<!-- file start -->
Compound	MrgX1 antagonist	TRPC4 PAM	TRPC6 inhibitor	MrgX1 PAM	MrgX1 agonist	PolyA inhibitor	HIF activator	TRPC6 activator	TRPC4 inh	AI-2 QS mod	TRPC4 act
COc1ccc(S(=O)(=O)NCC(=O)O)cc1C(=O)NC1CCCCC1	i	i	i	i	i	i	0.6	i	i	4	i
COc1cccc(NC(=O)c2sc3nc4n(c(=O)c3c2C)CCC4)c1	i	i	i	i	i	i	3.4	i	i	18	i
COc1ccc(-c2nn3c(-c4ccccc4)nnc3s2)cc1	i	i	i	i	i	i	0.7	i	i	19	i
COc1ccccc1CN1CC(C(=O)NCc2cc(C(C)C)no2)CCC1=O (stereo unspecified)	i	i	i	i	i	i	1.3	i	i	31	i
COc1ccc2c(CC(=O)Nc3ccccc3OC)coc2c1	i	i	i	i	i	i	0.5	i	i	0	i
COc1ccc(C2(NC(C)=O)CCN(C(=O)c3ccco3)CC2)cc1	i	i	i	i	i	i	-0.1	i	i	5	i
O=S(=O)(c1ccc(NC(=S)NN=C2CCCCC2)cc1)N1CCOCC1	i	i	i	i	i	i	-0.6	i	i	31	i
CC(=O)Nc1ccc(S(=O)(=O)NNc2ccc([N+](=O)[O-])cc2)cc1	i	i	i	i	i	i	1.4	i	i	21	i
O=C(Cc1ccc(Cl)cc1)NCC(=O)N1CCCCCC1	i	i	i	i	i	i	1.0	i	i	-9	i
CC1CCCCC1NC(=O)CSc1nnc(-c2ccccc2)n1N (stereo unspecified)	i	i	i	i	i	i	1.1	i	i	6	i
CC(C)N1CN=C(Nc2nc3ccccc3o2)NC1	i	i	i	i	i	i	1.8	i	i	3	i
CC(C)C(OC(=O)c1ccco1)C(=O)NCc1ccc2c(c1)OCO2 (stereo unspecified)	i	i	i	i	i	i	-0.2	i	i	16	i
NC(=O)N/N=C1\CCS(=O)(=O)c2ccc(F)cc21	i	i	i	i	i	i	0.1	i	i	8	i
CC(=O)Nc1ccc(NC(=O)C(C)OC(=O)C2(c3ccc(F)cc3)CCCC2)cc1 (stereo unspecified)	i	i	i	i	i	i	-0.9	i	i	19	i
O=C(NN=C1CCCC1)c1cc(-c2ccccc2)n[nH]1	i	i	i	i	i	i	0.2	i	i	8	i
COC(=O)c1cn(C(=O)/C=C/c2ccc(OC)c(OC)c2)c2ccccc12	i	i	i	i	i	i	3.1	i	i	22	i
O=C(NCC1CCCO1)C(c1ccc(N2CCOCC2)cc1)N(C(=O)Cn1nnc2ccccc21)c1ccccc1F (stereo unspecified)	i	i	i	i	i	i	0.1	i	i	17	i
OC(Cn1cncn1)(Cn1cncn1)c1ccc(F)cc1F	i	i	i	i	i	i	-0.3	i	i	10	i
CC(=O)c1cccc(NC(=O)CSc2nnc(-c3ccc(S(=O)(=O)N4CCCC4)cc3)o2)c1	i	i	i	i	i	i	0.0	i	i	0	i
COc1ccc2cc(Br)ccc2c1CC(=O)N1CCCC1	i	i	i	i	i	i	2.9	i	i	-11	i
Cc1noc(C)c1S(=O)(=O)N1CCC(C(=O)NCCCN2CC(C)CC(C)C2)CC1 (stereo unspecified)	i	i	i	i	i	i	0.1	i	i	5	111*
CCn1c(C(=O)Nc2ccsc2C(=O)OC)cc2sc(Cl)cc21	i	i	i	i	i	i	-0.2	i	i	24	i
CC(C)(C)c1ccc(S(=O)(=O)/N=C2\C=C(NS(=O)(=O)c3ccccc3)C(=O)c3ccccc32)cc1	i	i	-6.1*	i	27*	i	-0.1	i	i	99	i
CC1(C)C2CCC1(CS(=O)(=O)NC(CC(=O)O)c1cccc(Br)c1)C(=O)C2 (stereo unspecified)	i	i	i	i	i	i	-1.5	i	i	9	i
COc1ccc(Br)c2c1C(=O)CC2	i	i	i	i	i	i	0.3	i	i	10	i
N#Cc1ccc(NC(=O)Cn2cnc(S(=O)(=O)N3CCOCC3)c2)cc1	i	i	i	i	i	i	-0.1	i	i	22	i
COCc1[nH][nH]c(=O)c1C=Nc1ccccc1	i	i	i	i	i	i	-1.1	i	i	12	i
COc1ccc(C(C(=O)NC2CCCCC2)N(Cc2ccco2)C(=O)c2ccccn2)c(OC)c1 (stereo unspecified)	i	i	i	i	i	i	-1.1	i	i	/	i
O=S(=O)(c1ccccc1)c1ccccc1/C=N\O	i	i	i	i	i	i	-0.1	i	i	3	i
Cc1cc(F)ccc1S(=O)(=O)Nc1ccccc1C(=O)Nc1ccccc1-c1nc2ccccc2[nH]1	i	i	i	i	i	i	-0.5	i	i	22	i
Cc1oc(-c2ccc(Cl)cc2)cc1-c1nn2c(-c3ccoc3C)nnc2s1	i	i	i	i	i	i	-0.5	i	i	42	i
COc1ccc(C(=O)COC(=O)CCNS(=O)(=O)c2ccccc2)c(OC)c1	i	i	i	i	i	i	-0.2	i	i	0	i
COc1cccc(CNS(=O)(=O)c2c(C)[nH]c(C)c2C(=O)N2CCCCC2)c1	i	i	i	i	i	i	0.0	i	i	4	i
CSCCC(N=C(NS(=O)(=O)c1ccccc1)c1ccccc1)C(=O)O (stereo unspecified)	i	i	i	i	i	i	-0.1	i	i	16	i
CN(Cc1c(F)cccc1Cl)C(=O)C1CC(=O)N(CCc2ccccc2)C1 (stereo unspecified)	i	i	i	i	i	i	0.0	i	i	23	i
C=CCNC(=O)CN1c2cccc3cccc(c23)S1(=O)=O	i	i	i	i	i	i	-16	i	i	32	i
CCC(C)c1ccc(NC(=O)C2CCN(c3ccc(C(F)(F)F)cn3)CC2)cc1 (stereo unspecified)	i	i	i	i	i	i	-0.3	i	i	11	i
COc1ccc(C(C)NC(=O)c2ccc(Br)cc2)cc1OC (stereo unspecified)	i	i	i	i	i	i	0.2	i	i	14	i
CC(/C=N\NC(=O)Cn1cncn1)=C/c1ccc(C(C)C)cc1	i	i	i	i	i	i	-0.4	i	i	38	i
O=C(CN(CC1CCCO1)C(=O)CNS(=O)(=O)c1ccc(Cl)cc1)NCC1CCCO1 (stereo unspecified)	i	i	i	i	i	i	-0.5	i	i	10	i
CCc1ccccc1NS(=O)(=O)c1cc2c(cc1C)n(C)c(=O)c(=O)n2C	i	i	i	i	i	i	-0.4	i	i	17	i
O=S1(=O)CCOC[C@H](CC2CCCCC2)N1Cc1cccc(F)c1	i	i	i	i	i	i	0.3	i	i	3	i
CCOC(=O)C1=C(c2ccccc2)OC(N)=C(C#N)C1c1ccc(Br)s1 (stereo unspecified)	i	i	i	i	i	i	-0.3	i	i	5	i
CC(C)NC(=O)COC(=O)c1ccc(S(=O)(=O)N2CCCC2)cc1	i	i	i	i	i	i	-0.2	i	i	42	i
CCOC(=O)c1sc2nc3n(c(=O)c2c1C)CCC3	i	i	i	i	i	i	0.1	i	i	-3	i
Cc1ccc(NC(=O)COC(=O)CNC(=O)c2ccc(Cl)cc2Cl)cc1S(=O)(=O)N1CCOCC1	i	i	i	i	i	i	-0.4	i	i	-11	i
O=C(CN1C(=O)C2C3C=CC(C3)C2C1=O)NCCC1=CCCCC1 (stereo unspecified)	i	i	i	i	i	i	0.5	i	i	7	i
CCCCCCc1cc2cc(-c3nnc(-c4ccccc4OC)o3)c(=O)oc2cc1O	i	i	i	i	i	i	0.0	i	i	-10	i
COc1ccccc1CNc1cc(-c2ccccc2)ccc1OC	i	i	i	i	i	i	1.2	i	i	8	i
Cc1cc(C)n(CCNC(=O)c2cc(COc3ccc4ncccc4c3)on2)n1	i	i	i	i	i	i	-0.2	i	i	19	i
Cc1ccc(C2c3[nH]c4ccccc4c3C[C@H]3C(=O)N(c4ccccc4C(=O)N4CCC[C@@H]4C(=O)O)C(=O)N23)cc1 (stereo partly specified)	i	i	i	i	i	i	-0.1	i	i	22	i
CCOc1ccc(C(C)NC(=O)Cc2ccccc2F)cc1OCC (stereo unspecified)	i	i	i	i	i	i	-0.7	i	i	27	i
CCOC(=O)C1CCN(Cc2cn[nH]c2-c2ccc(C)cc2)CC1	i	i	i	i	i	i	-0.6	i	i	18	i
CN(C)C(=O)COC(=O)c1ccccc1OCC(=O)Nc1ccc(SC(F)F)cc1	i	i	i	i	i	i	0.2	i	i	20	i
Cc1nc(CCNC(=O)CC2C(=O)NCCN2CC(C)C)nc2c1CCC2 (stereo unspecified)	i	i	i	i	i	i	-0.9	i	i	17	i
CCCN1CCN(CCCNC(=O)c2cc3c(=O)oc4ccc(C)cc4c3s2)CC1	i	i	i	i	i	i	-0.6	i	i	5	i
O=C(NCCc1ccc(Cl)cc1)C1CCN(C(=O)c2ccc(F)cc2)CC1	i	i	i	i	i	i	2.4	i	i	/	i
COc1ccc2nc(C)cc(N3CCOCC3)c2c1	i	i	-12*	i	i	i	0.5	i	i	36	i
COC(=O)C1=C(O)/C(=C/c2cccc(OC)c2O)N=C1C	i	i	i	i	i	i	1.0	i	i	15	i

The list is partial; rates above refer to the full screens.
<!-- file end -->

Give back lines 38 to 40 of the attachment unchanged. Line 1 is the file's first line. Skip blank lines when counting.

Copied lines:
CCC(C)c1ccc(NC(=O)C2CCN(c3ccc(C(F)(F)F)cn3)CC2)cc1 (stereo unspecified)	i	i	i	i	i	i	-0.3	i	i	11	i
COc1ccc(C(C)NC(=O)c2ccc(Br)cc2)cc1OC (stereo unspecified)	i	i	i	i	i	i	0.2	i	i	14	i
CC(/C=N\NC(=O)Cn1cncn1)=C/c1ccc(C(C)C)cc1	i	i	i	i	i	i	-0.4	i	i	38	i